Indian Journal of Ophthalmology

: 2020  |  Volume : 68  |  Issue : 7  |  Page : 1249--1251

Management of cluster endophthalmitis does not stop at clinical care

Taraprasad Das 
 Srimati Kanuri Santamma Centre for Vitreoretinal Diseases, L V Prasad Eye Institute, Kallam Anji Reddy Campus, Hyderabad, Telangana, India

Correspondence Address:
Dr. Taraprasad Das
Srimati Kanuri Santamma Centre for Vitreoretinal Diseases, L V Prasad Eye Institute, Kallam Anji Reddy Campus, Hyderabad, Telangana

How to cite this article:
Das T. Management of cluster endophthalmitis does not stop at clinical care.Indian J Ophthalmol 2020;68:1249-1251

How to cite this URL:
Das T. Management of cluster endophthalmitis does not stop at clinical care. Indian J Ophthalmol [serial online] 2020 [cited 2020 Aug 11 ];68:1249-1251
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Full Text

Cluster endophthalmitis is the occurrence of endophthalmitis much higher than the local incidence pattern or occurrence of two or more cases of infection at a time, or the occurrence of repeated postoperativee infection under similar circumstances— with the same surgeon, same staff, or in the same operating room. This calls for many interlinked actions and responsibilities on the service provider. These essentially include (1) to treat the patients most appropriately to salvage the best possible vision, (2) identify the source of infection to prevent another outbreak, and (3) build the psychosocial confidence in both the caregivers and the care seekers.

Treatment of the infected eyes is on the similar lines of the endophthalmitis vitrectomy study (EVS) recommended standard of care,[1] but more often vitrectomy than vitreous tap is required, and culture-susceptibility specific (as opposed to empiric) intraocular antibiotics benefit the patients. The outcome depends on the speed of instituting treatment, the possibilities of doing a good vitrectomy, and the susceptibility of the infecting microorganism. A good vitrectomy is possible when the cornea is not grossly affected and the causative organisms are not multidrug resistant (MDR).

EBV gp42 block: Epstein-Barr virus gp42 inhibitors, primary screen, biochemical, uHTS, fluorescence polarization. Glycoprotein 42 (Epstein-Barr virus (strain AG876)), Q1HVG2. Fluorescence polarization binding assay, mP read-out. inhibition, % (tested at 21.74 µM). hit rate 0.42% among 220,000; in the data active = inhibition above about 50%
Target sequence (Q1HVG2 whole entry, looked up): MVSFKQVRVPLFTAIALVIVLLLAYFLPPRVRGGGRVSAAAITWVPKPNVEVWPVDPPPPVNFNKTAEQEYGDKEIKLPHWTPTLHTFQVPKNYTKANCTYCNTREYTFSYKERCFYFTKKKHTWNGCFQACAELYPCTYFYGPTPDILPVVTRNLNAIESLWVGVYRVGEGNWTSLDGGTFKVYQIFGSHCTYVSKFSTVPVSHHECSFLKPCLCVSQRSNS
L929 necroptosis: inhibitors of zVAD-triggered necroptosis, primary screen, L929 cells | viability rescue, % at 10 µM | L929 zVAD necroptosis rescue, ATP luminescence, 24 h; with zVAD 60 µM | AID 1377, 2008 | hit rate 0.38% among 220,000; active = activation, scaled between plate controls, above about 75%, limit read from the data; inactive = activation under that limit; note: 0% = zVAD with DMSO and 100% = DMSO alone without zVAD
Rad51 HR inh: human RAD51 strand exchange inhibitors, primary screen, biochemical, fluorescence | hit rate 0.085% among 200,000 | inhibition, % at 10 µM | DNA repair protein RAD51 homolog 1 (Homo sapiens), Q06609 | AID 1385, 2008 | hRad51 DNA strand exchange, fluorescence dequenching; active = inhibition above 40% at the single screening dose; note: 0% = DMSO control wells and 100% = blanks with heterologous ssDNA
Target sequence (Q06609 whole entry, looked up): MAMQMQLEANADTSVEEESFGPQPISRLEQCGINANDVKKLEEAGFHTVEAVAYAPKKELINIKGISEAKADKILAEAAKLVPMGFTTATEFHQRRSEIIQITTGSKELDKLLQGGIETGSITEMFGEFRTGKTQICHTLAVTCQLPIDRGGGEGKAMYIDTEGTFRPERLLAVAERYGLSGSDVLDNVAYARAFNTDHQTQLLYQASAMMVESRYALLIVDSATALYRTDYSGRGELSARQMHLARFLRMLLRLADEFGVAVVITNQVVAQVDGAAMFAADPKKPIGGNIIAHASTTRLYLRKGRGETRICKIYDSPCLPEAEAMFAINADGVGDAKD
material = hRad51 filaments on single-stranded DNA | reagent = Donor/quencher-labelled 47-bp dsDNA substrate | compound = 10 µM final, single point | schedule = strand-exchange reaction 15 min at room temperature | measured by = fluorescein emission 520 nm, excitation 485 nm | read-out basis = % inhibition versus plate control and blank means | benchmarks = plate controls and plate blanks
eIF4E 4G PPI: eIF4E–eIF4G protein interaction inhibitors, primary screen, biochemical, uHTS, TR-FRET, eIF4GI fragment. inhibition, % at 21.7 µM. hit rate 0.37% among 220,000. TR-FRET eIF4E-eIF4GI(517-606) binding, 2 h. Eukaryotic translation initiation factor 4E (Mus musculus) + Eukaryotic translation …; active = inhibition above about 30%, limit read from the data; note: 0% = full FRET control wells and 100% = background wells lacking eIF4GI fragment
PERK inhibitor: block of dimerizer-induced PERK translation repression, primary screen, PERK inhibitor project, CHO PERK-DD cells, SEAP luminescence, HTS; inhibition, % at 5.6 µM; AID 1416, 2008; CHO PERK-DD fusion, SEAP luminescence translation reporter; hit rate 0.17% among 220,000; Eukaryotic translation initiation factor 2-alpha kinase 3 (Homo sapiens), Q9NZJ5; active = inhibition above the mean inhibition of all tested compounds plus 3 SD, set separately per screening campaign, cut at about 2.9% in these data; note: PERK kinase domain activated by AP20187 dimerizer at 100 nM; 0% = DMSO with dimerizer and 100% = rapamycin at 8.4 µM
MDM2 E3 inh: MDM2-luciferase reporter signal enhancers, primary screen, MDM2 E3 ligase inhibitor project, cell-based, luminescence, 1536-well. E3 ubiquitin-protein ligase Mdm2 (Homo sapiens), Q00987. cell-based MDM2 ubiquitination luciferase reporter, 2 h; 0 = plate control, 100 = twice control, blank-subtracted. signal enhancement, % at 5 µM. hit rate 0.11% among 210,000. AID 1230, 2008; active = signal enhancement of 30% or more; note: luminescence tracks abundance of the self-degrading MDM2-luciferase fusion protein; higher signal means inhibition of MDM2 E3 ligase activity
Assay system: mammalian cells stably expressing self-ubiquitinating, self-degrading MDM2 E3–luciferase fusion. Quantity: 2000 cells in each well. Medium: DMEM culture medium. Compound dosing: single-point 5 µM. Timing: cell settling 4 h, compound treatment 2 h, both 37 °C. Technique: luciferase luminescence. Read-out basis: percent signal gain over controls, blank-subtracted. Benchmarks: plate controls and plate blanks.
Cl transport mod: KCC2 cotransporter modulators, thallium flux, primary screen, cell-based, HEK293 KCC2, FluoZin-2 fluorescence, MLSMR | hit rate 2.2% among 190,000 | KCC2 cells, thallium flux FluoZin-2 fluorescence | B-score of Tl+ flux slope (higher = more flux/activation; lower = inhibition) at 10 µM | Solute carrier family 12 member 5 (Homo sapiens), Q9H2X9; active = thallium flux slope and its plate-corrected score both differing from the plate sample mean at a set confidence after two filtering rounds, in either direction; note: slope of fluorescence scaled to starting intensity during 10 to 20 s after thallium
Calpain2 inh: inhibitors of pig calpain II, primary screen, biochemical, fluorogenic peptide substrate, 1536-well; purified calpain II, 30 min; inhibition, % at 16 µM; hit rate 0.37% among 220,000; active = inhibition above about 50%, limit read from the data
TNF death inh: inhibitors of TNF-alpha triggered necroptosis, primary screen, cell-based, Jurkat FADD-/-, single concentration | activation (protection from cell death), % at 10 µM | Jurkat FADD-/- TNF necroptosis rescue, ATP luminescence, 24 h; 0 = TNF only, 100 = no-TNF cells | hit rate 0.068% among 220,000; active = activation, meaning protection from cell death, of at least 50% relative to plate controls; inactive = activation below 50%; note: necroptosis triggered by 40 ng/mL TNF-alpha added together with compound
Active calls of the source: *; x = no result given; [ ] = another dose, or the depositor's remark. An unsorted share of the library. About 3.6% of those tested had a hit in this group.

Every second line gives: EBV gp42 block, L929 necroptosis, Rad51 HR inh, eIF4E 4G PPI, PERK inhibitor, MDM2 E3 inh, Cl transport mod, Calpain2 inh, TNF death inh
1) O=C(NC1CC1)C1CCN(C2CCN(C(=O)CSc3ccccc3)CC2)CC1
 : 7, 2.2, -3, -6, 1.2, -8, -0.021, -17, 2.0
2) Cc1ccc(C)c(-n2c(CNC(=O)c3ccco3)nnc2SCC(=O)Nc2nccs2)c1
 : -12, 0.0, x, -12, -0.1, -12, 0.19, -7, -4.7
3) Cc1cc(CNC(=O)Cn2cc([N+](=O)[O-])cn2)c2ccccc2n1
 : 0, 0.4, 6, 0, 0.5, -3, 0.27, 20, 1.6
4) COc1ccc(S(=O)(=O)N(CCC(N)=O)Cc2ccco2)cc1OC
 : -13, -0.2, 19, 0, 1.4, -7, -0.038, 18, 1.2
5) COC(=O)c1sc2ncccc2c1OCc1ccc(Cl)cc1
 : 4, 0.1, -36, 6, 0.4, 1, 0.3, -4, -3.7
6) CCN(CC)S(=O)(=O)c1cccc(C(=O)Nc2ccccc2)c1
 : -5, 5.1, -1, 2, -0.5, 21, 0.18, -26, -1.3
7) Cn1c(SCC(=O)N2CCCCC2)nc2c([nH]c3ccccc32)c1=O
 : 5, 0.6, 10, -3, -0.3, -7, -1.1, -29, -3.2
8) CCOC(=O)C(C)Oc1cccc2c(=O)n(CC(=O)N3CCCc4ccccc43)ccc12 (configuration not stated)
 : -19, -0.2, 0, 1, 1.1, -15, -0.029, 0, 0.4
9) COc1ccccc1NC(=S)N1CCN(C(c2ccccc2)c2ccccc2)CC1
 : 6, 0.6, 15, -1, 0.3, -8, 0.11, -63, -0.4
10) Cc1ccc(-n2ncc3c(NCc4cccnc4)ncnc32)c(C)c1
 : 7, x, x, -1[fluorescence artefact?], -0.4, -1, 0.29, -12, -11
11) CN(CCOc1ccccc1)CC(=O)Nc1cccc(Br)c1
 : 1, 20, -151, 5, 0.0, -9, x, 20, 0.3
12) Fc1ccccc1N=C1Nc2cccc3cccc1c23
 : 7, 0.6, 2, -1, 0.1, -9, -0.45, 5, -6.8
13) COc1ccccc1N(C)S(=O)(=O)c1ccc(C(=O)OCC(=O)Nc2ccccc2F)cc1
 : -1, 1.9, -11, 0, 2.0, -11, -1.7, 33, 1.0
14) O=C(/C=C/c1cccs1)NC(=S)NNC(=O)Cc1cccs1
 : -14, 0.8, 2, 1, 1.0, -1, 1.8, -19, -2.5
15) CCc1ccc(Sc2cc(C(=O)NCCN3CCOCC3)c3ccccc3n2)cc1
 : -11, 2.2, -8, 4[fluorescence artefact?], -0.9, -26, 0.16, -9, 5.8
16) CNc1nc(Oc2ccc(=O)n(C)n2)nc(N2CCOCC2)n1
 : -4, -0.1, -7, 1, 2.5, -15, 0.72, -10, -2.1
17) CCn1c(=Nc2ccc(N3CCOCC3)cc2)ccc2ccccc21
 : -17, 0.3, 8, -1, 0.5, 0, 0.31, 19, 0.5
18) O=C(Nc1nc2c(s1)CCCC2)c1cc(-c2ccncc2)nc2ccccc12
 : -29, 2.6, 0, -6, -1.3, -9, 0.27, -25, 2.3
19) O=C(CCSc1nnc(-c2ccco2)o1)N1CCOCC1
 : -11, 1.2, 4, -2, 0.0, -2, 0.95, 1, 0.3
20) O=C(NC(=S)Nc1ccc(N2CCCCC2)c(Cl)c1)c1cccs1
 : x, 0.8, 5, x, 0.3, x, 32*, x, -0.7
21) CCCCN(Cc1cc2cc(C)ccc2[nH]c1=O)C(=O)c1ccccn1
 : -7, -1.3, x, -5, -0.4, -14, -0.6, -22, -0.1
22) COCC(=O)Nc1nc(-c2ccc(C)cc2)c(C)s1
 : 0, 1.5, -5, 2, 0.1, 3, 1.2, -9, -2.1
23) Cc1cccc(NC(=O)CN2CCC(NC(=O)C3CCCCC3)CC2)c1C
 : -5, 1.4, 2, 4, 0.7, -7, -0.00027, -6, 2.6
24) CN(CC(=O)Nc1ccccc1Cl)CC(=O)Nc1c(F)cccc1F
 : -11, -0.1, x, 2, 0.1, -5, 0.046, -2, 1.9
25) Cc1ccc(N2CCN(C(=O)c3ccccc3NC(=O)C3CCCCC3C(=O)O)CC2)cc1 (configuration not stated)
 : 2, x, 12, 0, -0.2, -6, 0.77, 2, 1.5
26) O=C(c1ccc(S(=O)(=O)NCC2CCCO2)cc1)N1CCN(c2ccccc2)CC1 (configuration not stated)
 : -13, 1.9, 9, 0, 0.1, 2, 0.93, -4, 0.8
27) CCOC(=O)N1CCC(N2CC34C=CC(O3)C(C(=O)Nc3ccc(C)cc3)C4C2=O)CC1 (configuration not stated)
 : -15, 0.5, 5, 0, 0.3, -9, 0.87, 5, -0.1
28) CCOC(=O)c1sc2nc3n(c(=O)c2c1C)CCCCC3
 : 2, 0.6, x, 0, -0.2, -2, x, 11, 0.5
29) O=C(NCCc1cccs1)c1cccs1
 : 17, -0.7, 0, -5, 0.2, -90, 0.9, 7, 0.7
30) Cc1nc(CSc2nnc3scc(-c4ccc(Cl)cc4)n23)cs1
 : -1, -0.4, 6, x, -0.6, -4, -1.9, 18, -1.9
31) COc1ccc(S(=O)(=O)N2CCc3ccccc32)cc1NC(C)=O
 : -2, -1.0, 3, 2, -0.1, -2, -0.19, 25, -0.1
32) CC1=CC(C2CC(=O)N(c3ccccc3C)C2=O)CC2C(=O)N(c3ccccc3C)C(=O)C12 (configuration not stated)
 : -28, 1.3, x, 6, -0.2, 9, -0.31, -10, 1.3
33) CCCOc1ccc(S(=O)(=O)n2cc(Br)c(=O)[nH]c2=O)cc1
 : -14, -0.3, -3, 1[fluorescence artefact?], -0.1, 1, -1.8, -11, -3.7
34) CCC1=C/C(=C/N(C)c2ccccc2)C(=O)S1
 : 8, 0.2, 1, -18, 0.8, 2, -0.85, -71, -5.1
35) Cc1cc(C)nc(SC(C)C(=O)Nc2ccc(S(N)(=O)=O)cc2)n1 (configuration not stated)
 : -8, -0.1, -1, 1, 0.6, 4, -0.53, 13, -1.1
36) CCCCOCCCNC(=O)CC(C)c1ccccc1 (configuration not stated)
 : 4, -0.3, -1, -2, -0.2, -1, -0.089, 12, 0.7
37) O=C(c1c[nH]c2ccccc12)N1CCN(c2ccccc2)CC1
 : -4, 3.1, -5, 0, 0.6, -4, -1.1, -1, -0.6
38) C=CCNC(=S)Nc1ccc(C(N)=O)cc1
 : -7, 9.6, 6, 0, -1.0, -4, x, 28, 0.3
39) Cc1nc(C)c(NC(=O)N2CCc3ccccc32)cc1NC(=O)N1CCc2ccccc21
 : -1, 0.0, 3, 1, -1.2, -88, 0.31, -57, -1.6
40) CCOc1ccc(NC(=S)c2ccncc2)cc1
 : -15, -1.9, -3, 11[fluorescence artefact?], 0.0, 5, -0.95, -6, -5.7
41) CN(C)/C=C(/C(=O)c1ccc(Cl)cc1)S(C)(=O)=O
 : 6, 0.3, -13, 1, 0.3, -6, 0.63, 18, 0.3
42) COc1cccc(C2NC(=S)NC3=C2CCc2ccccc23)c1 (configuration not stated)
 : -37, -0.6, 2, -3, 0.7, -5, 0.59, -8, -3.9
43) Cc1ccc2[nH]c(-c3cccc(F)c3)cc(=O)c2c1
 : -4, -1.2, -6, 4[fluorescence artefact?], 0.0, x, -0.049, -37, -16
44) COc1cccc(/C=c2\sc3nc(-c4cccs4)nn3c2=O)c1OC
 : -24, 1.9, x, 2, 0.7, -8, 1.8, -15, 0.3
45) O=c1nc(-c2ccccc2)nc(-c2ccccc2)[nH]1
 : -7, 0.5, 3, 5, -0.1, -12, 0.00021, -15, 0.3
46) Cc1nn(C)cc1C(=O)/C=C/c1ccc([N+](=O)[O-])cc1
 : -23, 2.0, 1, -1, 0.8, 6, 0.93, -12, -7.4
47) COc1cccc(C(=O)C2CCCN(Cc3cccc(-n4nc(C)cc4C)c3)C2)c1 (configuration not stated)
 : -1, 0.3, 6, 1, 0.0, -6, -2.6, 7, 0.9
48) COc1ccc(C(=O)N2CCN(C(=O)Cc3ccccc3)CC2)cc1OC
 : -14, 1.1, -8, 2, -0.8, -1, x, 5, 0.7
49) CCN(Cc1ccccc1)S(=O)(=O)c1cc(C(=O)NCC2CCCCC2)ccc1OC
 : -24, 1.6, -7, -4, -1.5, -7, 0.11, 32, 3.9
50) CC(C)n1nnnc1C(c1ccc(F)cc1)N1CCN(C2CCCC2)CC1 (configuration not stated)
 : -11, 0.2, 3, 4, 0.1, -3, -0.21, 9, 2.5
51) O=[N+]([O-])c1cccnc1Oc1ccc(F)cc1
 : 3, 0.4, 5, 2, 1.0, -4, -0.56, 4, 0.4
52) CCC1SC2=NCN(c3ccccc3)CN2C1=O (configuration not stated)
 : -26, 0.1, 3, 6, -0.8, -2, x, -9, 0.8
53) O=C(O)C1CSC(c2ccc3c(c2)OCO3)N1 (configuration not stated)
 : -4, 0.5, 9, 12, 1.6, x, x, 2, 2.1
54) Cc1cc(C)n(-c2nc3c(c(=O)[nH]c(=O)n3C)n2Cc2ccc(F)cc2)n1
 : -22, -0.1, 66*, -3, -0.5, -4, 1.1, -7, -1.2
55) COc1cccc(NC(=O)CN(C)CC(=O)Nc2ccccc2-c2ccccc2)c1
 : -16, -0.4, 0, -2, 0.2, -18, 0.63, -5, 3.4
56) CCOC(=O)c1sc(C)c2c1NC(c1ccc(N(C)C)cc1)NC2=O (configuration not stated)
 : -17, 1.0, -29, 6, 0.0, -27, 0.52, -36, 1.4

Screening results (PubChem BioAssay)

There are three sources of infection after an intraocular surgery— the patient, the health personnel, and the surgical supply. Potential sources of these outbreaks usually include bacterial contamination from the surgical instruments, irrigating fluids, intraocular lens, or the surgical environment. Isolated cases of acute postoperative endophthalmitis usually arise from the patient's own commensal bacteria and these are mainly gram-positivee cocci. In contrast, gram-negative organisms are commonly associated with epidemics of cluster endophthalmitis outbreaks after cataract surgery. Pseudomonas aeruginosa is more often reported gram-negative microorganisms in cluster endophthalmitis from India.[2],[3],[4] Molecular microbiological methods are essential to prove an unquestionable association of the microorganism isolated from the vitreous of the infected eye and other suspected sources of infection, be it the surgical supply or the healthcare personnel.[5],[6] The functional success (defined as best-corrected final visual acuity ≥ 20/200) in 101 cases of reported cluster Pseudomonas aeruginosa endophthalmitis in India in the recent past including the one reported in this issue of the journal is under 25% [Table 1].[2],[3],[4],[7] Worse is the outcome when the cornea is involved (does not allow good vitrectomy) and the infecting organism is MDR. Between the two, MDR is the greater evil.{Table 1}